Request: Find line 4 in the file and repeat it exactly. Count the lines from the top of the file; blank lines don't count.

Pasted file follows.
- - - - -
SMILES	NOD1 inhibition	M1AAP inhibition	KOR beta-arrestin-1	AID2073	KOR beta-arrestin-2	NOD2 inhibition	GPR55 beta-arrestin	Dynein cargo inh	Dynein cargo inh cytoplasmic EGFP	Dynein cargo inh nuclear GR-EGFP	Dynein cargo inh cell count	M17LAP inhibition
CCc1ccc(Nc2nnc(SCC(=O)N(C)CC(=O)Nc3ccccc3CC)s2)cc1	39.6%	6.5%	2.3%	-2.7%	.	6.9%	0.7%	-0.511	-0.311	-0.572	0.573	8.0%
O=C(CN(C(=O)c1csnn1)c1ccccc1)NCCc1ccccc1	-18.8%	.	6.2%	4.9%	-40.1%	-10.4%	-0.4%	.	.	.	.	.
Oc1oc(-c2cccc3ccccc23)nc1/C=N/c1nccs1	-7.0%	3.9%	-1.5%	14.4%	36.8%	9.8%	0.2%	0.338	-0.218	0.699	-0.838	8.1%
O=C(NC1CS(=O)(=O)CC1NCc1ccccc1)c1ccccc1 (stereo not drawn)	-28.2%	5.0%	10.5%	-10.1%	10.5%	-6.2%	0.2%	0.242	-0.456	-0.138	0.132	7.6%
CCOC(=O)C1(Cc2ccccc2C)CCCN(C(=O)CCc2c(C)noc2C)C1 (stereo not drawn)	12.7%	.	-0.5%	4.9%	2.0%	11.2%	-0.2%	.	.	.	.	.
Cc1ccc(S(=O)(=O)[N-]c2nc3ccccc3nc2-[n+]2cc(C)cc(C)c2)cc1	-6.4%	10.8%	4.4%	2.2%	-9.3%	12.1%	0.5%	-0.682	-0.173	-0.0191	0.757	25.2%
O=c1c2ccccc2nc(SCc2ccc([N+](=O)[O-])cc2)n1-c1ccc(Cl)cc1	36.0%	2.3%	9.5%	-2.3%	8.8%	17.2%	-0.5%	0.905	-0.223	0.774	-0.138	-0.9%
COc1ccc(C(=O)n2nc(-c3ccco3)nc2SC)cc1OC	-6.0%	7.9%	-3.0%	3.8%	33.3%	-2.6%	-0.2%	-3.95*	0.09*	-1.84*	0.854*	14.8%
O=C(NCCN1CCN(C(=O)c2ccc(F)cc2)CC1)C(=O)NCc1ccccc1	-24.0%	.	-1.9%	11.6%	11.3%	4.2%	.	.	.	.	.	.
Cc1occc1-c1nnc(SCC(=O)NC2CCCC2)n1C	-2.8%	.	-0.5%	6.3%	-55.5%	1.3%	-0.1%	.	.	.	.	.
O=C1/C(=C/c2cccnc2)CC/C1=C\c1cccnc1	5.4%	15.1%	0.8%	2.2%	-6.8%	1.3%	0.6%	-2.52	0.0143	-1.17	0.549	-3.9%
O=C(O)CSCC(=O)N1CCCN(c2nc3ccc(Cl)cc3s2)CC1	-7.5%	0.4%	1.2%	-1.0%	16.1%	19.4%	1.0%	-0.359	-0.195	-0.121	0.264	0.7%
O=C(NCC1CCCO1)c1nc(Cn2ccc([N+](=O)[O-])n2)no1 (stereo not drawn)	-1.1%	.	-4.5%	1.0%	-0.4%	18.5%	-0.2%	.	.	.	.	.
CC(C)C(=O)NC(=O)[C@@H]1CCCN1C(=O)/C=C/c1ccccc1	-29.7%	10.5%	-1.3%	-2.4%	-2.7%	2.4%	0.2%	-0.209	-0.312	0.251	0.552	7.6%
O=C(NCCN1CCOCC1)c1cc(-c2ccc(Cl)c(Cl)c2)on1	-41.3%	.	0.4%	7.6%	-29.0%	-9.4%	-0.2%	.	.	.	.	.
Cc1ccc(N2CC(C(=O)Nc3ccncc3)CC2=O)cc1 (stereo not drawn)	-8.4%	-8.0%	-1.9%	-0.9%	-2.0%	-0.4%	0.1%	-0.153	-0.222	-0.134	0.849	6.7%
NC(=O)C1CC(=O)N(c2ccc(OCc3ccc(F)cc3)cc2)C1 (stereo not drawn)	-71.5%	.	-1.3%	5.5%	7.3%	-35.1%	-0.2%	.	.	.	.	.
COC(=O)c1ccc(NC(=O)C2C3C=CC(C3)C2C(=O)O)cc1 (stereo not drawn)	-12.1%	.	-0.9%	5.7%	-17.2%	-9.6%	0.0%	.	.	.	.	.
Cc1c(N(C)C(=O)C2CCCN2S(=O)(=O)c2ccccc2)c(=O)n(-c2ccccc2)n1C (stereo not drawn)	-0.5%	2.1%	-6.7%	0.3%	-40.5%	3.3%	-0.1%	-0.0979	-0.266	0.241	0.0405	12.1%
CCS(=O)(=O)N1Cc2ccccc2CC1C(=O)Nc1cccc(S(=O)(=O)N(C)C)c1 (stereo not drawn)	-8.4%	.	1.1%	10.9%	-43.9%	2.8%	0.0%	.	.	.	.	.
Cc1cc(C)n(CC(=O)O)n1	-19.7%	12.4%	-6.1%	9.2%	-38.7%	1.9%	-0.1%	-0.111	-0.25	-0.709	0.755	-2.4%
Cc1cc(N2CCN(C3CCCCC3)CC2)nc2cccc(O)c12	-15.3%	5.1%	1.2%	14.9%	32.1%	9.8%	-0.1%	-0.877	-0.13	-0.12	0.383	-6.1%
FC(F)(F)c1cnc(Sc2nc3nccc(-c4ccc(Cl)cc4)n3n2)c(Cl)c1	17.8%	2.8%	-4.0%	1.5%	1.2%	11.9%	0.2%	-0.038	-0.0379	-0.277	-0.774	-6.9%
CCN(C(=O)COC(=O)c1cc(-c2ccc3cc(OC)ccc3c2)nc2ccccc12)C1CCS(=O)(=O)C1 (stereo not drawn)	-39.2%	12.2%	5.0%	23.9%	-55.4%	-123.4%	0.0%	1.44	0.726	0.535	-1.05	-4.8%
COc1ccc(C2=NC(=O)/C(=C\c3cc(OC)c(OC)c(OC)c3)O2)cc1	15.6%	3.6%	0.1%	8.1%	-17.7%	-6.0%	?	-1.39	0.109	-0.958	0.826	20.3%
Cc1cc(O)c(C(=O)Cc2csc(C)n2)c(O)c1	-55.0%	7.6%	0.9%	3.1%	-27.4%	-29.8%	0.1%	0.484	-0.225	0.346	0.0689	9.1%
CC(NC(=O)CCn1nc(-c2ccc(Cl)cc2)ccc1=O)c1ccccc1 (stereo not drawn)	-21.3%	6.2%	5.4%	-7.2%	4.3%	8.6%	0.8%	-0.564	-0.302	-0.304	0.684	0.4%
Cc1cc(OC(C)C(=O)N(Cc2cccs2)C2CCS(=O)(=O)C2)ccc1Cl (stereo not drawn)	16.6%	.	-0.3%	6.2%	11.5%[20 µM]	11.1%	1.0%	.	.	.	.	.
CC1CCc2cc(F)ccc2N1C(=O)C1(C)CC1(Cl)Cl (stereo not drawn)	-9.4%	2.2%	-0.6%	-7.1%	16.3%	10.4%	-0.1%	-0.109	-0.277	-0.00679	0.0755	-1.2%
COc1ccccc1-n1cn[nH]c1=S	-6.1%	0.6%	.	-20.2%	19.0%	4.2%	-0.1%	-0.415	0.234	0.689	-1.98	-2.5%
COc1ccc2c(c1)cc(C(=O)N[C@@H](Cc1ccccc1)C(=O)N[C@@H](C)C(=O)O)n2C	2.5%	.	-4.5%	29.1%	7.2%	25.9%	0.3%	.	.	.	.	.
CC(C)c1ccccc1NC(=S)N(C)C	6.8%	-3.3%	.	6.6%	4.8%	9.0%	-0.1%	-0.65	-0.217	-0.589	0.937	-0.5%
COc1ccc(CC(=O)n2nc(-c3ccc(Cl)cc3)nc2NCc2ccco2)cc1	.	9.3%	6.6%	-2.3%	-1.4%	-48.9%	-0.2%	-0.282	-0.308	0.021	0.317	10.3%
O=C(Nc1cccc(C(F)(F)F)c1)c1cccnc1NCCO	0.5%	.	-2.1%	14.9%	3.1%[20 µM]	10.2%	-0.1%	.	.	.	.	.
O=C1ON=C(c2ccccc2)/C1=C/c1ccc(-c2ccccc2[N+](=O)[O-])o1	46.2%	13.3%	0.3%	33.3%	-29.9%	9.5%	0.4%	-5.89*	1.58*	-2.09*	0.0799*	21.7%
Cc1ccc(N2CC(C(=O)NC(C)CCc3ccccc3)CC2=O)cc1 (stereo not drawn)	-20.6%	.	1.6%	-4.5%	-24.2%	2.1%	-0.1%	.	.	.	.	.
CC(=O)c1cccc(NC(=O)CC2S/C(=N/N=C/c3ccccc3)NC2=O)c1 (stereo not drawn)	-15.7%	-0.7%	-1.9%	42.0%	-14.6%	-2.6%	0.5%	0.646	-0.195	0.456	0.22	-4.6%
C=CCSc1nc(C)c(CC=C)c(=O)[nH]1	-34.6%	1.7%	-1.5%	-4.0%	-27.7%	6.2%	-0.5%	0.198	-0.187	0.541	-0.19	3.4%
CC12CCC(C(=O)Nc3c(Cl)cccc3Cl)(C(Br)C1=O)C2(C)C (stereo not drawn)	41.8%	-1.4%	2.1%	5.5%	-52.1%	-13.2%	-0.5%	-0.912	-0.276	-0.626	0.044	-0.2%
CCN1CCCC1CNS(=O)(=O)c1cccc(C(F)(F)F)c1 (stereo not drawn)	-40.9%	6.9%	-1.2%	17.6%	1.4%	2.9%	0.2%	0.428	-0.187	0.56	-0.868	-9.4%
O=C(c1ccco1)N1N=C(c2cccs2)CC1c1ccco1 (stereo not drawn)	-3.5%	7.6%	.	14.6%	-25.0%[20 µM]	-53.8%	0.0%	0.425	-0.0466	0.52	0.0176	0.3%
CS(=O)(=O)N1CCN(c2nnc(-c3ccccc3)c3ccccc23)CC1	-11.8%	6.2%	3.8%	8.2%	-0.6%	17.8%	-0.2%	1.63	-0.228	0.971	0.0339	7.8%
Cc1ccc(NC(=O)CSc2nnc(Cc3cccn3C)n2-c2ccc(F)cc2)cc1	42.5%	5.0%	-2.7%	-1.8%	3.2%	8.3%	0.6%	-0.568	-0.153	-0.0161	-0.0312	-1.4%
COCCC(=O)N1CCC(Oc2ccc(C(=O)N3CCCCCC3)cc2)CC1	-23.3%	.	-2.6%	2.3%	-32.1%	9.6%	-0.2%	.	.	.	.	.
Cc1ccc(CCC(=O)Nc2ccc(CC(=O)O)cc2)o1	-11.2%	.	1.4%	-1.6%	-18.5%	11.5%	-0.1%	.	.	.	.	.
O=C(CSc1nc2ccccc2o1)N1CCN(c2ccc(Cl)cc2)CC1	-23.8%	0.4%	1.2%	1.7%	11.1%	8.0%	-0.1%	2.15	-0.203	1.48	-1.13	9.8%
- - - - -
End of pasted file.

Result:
Oc1oc(-c2cccc3ccccc23)nc1/C=N/c1nccs1	-7.0%	3.9%	-1.5%	14.4%	36.8%	9.8%	0.2%	0.338	-0.218	0.699	-0.838	8.1%